Mari in the greenhouse at DIG Nursery on Vashon Island, WA.

A slice of "cake" fit for a fairy.

A slice of "cake" fit for a fairy.

So fun to be back at the show, with a crazy idea come to life!

So fun to be back at the show, with a crazy idea come to life!

Mari Malcolm, Lusher Life Maker

I'll be honest: designing with flowers and plants isn't my full-time gig. Like so many in Seattle, I spend most of my waking hours solving interesting problems for a fast-growing tech company.

But when the weekend rolls around, this is my great creative passion. When I take on a project for someone other than me, I make sure it's uniquely awesome. I love talking possibilities, but I'm very selective about what I say yes to, because I want to make sure I can give it all the attention it needs (while still tending my own garden and preserving that all-important work-life balance).

I try to make all my designs look as if they could have naturally happened, in some fantastical setting. But I'm also meticulous about the details. The containers and vessels I most enjoy using have a patina of use and a history. I've amassed a sizable collection of handmade and vintage wood, metal, and ceramic objects from estate sales and thrift shops that I use for custom compositions.

If you're dreaming of a special container garden for your home (inside or out), thinking about a gift, or planning a party that needs some super-natural plant action, let's talk: shoot me an email at marimalcolm@lusherlife.com.

More About Me

To quote the immortal Dolly Levi, I have always been a woman who arranges things.

I grew up exploring the woods and beaches of the Olympic Peninsula and the San Juan and Gulf Islands. My dad (a teacher, photographer, naturalist, and ardent amateur garden designer) taught me names and ways of everything that lived there. He showed me the importance of paying attention to even the tiniest bits of beauty. I can't remember not being a forager, collector of treasures, bouquet maker.

Fresh out of school, I found myself at a computer in a dim cubicle for most of my waking hours. I longed for light, air, soil, and everything those elements fed. I amassed books on garden making and dreamed of creating living spaces. My aunt Kathryn Crosby's cliff-side garden on Vashon Island was a revelatory blend of native plants and unusually beautiful hardy perennials from all over the world. She invited me into her world of garden designers, plant explorers, breeders, and passionate gardeners, and I rode shotgun on exploratory jaunts up and down the West Coast.

In 2005, I spent a month at the Bullock's Permaculture Homestead on Orcas Island, learning the fundamentals of deeply sustainable garden design. I returned with the courage to plant my first garden with my then-husband, metal sculptor Andrew Malcolm, whose keen eye and tireless digging were essential to the project.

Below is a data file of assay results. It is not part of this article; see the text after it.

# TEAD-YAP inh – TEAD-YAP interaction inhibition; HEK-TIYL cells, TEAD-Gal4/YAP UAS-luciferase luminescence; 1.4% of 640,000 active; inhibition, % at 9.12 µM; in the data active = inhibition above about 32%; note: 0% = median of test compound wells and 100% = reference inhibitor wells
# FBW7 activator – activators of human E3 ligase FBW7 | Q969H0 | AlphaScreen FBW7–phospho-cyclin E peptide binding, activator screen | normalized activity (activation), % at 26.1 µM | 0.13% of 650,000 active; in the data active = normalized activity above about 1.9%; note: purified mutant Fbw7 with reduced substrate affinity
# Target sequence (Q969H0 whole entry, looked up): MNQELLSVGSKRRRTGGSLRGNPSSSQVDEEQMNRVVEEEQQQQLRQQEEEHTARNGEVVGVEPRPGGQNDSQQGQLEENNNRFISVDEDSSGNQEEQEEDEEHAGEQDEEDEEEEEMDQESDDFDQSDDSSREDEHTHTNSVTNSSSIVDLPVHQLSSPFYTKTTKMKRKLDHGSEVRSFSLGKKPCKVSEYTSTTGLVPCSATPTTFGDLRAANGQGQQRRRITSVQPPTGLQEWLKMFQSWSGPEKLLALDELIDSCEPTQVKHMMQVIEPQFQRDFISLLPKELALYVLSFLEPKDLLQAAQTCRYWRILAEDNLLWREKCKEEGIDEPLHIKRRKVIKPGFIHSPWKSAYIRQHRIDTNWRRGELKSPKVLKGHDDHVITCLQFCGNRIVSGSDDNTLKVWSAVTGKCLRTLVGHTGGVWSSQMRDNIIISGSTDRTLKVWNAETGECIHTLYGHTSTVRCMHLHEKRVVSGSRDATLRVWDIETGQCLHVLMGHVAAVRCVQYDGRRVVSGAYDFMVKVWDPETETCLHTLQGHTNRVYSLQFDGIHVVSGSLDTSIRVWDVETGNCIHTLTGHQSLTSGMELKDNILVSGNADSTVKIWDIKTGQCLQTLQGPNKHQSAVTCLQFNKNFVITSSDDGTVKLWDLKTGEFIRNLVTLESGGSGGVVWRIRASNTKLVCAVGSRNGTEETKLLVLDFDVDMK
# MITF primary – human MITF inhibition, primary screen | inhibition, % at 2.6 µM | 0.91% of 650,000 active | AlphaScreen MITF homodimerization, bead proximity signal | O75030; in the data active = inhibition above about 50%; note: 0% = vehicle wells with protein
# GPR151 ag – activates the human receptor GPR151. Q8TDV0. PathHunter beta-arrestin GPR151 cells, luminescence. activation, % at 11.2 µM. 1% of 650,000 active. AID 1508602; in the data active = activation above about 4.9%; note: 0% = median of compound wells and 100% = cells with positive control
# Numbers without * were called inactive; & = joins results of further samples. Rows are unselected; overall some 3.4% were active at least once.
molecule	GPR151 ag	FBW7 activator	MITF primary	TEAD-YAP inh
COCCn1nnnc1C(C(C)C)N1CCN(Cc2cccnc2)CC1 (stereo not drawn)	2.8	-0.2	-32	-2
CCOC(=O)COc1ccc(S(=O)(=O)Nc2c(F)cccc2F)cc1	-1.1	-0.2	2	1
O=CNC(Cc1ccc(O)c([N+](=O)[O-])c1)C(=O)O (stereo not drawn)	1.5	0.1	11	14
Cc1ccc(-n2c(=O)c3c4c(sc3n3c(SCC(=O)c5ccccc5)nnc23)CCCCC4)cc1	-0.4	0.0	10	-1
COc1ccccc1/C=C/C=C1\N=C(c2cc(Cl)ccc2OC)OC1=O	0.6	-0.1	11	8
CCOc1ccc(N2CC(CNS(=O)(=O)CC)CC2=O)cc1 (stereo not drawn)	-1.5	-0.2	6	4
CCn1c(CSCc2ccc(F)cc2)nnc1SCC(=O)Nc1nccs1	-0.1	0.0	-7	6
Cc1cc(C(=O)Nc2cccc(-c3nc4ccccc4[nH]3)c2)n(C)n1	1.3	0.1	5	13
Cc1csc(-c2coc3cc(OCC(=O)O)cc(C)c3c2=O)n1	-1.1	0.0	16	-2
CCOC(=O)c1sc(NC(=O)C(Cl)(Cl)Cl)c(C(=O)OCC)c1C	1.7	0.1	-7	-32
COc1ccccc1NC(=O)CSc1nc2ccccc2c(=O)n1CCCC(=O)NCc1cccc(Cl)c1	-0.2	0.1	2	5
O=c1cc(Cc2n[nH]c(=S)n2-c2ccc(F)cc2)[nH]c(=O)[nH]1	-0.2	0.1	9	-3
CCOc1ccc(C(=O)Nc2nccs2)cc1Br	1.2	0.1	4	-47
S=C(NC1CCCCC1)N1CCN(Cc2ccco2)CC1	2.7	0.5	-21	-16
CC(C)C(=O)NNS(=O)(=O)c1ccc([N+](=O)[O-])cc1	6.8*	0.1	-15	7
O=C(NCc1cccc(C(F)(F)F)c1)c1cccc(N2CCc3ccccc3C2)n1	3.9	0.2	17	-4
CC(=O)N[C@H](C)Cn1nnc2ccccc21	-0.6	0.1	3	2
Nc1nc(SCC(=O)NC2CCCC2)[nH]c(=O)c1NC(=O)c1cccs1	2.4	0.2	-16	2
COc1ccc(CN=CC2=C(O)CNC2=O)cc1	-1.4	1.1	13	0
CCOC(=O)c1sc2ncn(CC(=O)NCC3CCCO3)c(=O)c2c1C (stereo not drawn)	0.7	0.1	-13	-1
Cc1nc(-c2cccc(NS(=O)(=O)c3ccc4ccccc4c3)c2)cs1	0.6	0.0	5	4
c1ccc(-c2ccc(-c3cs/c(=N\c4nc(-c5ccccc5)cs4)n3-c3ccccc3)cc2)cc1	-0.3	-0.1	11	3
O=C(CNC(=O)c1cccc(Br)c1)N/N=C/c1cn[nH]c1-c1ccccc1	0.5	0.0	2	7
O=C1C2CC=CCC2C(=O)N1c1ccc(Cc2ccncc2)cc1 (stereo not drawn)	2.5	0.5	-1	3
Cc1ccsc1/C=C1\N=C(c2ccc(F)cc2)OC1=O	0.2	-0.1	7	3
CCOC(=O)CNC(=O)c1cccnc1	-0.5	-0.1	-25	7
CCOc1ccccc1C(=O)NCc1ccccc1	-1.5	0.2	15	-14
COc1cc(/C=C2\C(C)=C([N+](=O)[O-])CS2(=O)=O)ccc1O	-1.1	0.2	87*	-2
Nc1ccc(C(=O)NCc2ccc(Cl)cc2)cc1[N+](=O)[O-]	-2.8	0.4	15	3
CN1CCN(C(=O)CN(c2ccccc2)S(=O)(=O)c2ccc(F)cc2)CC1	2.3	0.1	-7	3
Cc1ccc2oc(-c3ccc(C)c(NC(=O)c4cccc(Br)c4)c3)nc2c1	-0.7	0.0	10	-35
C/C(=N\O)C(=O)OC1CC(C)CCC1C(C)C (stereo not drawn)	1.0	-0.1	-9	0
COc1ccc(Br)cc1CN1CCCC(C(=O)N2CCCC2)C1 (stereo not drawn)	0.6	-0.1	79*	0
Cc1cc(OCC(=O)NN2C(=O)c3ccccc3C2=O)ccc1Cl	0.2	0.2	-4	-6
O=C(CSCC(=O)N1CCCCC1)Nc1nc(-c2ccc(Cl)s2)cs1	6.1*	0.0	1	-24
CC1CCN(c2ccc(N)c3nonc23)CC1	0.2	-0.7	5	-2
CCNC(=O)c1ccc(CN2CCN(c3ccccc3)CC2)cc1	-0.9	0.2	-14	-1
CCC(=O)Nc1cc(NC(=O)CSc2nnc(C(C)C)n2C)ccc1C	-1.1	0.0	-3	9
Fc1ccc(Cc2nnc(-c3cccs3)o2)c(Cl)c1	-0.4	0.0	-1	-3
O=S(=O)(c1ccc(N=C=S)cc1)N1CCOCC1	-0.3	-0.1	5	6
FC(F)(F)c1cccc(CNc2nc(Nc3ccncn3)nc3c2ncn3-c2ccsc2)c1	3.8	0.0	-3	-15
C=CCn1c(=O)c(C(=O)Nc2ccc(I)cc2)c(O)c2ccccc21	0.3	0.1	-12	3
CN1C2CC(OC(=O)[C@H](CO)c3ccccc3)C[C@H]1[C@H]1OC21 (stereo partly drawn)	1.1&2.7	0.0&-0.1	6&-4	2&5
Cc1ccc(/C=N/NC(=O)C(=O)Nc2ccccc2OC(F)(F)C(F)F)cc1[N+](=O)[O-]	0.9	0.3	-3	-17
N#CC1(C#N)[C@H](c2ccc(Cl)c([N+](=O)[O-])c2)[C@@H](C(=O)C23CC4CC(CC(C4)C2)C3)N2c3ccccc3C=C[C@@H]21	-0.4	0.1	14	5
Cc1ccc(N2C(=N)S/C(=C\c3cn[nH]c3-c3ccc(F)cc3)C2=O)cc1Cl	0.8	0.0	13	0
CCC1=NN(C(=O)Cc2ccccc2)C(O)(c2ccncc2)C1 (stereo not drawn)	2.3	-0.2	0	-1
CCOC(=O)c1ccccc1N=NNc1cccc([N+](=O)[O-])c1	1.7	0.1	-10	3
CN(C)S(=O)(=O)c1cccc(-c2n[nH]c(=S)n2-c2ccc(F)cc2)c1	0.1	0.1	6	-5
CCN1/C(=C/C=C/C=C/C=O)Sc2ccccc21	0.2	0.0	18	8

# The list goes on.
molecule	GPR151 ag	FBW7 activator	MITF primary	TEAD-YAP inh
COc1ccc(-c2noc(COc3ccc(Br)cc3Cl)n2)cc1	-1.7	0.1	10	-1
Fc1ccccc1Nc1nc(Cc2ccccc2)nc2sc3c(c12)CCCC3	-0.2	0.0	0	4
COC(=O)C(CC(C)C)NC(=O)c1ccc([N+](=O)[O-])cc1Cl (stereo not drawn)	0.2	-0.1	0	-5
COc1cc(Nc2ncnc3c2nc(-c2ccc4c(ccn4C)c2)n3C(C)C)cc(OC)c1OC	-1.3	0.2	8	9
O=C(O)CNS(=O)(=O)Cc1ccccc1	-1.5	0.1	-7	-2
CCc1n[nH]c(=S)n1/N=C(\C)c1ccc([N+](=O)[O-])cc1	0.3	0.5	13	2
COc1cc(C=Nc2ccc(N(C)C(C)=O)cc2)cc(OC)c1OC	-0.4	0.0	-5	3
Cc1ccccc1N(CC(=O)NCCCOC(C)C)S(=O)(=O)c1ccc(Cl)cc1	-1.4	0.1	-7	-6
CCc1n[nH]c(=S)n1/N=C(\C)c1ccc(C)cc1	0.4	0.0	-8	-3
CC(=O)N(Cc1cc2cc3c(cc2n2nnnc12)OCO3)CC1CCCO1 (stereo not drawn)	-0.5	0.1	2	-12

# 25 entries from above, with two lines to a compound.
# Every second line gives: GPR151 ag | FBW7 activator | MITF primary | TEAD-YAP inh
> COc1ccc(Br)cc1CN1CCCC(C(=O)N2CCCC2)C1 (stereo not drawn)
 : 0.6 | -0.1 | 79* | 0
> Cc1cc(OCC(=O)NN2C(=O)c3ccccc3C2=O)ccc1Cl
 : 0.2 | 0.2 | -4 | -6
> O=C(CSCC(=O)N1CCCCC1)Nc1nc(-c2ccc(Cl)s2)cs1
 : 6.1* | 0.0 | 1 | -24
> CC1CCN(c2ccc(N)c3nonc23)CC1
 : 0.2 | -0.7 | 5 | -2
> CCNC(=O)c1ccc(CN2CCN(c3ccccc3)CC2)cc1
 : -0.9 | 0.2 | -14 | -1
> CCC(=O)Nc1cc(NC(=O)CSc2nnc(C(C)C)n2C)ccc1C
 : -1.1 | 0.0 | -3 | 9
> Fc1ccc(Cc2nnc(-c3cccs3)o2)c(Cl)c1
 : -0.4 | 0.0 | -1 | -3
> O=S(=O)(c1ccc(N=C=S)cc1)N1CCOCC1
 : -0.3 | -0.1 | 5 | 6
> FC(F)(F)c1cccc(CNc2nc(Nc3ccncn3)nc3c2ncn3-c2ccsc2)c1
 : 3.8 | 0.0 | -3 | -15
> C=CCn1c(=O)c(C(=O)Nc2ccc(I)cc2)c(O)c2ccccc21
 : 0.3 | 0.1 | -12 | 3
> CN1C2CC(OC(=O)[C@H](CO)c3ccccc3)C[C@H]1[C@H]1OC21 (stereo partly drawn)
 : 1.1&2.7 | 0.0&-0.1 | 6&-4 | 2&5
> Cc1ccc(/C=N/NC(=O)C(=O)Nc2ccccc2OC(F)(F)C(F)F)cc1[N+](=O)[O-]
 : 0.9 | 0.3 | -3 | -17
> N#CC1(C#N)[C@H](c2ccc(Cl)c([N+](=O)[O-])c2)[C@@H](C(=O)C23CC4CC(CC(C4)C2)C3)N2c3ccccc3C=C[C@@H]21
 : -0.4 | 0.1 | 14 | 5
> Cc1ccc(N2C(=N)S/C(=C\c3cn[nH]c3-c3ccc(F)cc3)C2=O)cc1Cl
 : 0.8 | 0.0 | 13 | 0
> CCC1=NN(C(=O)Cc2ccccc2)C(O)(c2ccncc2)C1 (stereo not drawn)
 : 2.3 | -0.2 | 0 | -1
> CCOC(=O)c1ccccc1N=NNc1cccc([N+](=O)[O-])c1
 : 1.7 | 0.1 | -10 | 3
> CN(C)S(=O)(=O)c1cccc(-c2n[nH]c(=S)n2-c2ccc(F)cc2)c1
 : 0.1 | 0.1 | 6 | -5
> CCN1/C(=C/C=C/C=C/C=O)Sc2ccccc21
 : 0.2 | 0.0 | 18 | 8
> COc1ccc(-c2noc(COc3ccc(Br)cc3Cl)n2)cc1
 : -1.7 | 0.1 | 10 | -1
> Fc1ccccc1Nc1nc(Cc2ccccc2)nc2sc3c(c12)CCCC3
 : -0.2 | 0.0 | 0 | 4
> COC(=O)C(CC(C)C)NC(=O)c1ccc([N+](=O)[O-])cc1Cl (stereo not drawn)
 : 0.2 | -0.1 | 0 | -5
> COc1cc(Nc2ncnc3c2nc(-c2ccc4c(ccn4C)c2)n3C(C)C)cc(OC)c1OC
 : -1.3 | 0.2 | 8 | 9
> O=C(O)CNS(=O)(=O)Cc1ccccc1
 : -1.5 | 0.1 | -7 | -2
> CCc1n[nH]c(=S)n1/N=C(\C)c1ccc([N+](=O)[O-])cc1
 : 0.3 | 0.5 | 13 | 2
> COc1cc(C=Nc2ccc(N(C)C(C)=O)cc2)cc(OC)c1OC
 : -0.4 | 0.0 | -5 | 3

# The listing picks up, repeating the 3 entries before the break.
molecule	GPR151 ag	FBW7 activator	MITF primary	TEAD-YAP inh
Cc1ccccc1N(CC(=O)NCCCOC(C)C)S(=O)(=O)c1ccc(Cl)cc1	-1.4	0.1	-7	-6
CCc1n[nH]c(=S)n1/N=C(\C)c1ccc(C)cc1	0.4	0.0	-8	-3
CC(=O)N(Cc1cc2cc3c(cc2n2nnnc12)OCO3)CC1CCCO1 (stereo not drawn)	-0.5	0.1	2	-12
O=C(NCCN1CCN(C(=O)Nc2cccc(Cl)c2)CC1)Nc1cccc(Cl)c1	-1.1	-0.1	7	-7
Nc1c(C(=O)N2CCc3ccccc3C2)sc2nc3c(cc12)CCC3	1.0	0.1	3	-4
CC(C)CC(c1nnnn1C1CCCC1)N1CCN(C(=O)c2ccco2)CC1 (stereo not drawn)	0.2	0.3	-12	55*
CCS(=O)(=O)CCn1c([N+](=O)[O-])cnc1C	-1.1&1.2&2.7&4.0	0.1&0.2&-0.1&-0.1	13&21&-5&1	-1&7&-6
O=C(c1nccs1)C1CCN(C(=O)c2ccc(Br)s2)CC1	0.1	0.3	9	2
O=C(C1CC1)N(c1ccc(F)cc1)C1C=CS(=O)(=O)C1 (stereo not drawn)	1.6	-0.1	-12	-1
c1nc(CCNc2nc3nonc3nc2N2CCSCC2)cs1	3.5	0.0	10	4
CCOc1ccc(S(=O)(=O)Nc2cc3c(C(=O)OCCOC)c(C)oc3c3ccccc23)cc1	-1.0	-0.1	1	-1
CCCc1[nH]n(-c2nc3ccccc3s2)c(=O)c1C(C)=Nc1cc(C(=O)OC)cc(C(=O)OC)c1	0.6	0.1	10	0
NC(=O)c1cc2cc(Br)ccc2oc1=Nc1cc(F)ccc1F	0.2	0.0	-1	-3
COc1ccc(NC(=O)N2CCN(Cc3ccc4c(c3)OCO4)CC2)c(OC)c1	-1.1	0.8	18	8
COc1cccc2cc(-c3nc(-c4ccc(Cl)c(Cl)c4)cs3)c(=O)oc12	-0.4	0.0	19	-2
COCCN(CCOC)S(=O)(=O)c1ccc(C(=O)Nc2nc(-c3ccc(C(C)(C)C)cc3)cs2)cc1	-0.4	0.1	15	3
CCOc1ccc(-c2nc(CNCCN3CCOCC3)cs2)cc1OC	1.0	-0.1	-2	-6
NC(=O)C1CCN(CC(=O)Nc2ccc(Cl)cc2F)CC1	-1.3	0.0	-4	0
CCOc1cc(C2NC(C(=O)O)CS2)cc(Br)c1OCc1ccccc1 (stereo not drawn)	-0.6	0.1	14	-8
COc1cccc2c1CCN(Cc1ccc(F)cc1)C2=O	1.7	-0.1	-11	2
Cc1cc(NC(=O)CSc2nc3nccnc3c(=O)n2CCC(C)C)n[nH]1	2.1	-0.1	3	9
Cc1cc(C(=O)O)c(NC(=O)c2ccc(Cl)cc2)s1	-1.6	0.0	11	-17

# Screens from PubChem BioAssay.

In 2009, the garden appeared on HGTV’s Gardening by the Yard, with Andrew welding and me demonstrating succulent container planting techniques.

Soon after, Debra Lee Baldwin included some of my succulent designs in her marvelous book, Succulent Container Gardens

During this era, I was Senior Editor of Lifestyle Books at Amazon.com--a role I relished, but one that demanded I maximize my moments of personal time in order to keep up some gardening momentum. My monthly strategy sessions with the phenomenally knowledgeable Robin Haglund of Garden Mentors were essential. In 2010, we welcomed 850 people into the garden in one day on the West Seattle Garden Tour.

Sharing the garden was so exciting that I decided to create a container display for the 2011 Northwest Flower & Garden Show (with major structural support from Andrew).

I was thrilled when the display won an award. Here's what the judges had to say:

Mari Malcolm launched her “Lusher Life Project” at the show, with a garden titled “Seaside Succulents.” Mari mixed flotsam and treasures from the Puget Sound with a profusion of hardy and tender succulents, tucked in vintage crates and tins. It was a beautiful way to show how reusing items, and reimagining new uses for items, can enhance a design. “This garden helped me rethink about what can be used for a container in my own work,” explained Tina. “The details were amazing. Even the tiniest barnacle held a plant. They were really inventive in showing how items can be used in completely new ways, which was why they won the Best Re-Characterization award.”

Two weeks after the show, as I was considering quitting my job to make the leap to full-time container garden designer, I got a nasty surprise: a diagnosis of Stage III breast cancer. After five months of chemo, a mastectomy, and three months of daily radiation, I emerged cancer-free.

During this extremely trying time, Andrew and I parted ways. I'm thankful that he continues to tend the garden and create cool art, furniture, and medical devices in his studio in West Seattle.

Over the next few years, I flew twice to the Breast Center in New Orleans for a second mastectomy and new breasts that wouldn't try to kill me. I just celebrated three years of being cancer-free and have started breathing a little easier!

I'm currently at work/play on a new pocket garden and studio space at my compact "Pockethaus" in Seattle’s Phinneywood neighborhood.

In fall of 2014, I started collaborating on container designs with Sylvia Matlock at DIG Nursery on Vashon Island, where I'll be teaching a succulent container workshop in June 2015, in their wonderful greenhouse. Reach more about my succulent containers in this Seattle Times article by Valerie Easton.

I was thrilled to return to the Northwest Flower & Garden Show this year with my Woodland Wedding Cake (inspired in part by a workshop with the fantastic Francoise Weeks), which won Second Place and the People's Choice Award in the Floral competition. I look forward to creating planted "cakes" for real weddings and birthdays.